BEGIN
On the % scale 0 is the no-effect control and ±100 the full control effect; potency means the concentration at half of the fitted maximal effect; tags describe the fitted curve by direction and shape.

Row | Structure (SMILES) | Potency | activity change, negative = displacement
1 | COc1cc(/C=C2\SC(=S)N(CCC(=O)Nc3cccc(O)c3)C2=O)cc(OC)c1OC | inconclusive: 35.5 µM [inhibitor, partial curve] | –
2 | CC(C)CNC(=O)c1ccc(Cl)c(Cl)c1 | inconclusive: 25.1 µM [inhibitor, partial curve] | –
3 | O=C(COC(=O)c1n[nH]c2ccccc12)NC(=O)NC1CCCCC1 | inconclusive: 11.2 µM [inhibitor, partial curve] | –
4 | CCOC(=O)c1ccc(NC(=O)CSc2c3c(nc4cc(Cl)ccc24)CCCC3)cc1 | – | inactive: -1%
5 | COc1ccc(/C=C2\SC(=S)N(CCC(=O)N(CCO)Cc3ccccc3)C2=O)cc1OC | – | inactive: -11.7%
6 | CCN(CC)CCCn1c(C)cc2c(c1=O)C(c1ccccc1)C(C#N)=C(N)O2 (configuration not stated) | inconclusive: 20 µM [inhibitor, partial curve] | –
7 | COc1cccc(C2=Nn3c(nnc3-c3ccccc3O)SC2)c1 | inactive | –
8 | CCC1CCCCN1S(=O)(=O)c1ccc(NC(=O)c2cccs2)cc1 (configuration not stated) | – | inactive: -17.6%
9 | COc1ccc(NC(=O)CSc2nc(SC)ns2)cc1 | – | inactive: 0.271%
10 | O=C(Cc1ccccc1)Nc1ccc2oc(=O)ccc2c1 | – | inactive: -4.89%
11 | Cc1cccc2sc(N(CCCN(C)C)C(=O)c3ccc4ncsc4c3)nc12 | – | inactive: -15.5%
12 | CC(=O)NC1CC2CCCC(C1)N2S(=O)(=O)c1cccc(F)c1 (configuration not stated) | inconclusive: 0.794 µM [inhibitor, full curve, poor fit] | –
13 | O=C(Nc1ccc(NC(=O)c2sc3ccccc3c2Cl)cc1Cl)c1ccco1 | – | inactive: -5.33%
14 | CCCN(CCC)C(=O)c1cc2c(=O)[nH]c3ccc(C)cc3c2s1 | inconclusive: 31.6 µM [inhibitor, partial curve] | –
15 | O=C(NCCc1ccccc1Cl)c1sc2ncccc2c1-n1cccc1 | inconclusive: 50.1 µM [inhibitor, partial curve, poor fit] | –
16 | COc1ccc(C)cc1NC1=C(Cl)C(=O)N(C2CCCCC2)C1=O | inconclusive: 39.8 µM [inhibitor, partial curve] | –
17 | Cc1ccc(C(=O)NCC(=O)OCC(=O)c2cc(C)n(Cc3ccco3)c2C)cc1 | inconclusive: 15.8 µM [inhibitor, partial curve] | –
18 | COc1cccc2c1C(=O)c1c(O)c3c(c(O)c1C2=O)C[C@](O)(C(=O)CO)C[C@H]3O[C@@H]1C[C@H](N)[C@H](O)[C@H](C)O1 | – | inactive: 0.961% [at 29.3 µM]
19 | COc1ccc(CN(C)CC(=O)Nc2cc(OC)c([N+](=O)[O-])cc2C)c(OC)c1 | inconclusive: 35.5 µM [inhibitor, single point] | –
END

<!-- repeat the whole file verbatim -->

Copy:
On the % scale 0 is the no-effect control and ±100 the full control effect; potency means the concentration at half of the fitted maximal effect; tags describe the fitted curve by direction and shape.

Row | Structure (SMILES) | Potency | activity change, negative = displacement
1 | COc1cc(/C=C2\SC(=S)N(CCC(=O)Nc3cccc(O)c3)C2=O)cc(OC)c1OC | inconclusive: 35.5 µM [inhibitor, partial curve] | –
2 | CC(C)CNC(=O)c1ccc(Cl)c(Cl)c1 | inconclusive: 25.1 µM [inhibitor, partial curve] | –
3 | O=C(COC(=O)c1n[nH]c2ccccc12)NC(=O)NC1CCCCC1 | inconclusive: 11.2 µM [inhibitor, partial curve] | –
4 | CCOC(=O)c1ccc(NC(=O)CSc2c3c(nc4cc(Cl)ccc24)CCCC3)cc1 | – | inactive: -1%
5 | COc1ccc(/C=C2\SC(=S)N(CCC(=O)N(CCO)Cc3ccccc3)C2=O)cc1OC | – | inactive: -11.7%
6 | CCN(CC)CCCn1c(C)cc2c(c1=O)C(c1ccccc1)C(C#N)=C(N)O2 (configuration not stated) | inconclusive: 20 µM [inhibitor, partial curve] | –
7 | COc1cccc(C2=Nn3c(nnc3-c3ccccc3O)SC2)c1 | inactive | –
8 | CCC1CCCCN1S(=O)(=O)c1ccc(NC(=O)c2cccs2)cc1 (configuration not stated) | – | inactive: -17.6%
9 | COc1ccc(NC(=O)CSc2nc(SC)ns2)cc1 | – | inactive: 0.271%
10 | O=C(Cc1ccccc1)Nc1ccc2oc(=O)ccc2c1 | – | inactive: -4.89%
11 | Cc1cccc2sc(N(CCCN(C)C)C(=O)c3ccc4ncsc4c3)nc12 | – | inactive: -15.5%
12 | CC(=O)NC1CC2CCCC(C1)N2S(=O)(=O)c1cccc(F)c1 (configuration not stated) | inconclusive: 0.794 µM [inhibitor, full curve, poor fit] | –
13 | O=C(Nc1ccc(NC(=O)c2sc3ccccc3c2Cl)cc1Cl)c1ccco1 | – | inactive: -5.33%
14 | CCCN(CCC)C(=O)c1cc2c(=O)[nH]c3ccc(C)cc3c2s1 | inconclusive: 31.6 µM [inhibitor, partial curve] | –
15 | O=C(NCCc1ccccc1Cl)c1sc2ncccc2c1-n1cccc1 | inconclusive: 50.1 µM [inhibitor, partial curve, poor fit] | –
16 | COc1ccc(C)cc1NC1=C(Cl)C(=O)N(C2CCCCC2)C1=O | inconclusive: 39.8 µM [inhibitor, partial curve] | –
17 | Cc1ccc(C(=O)NCC(=O)OCC(=O)c2cc(C)n(Cc3ccco3)c2C)cc1 | inconclusive: 15.8 µM [inhibitor, partial curve] | –
18 | COc1cccc2c1C(=O)c1c(O)c3c(c(O)c1C2=O)C[C@](O)(C(=O)CO)C[C@H]3O[C@@H]1C[C@H](N)[C@H](O)[C@H](C)O1 | – | inactive: 0.961% [at 29.3 µM]
19 | COc1ccc(CN(C)CC(=O)Nc2cc(OC)c([N+](=O)[O-])cc2C)c(OC)c1 | inconclusive: 35.5 µM [inhibitor, single point] | –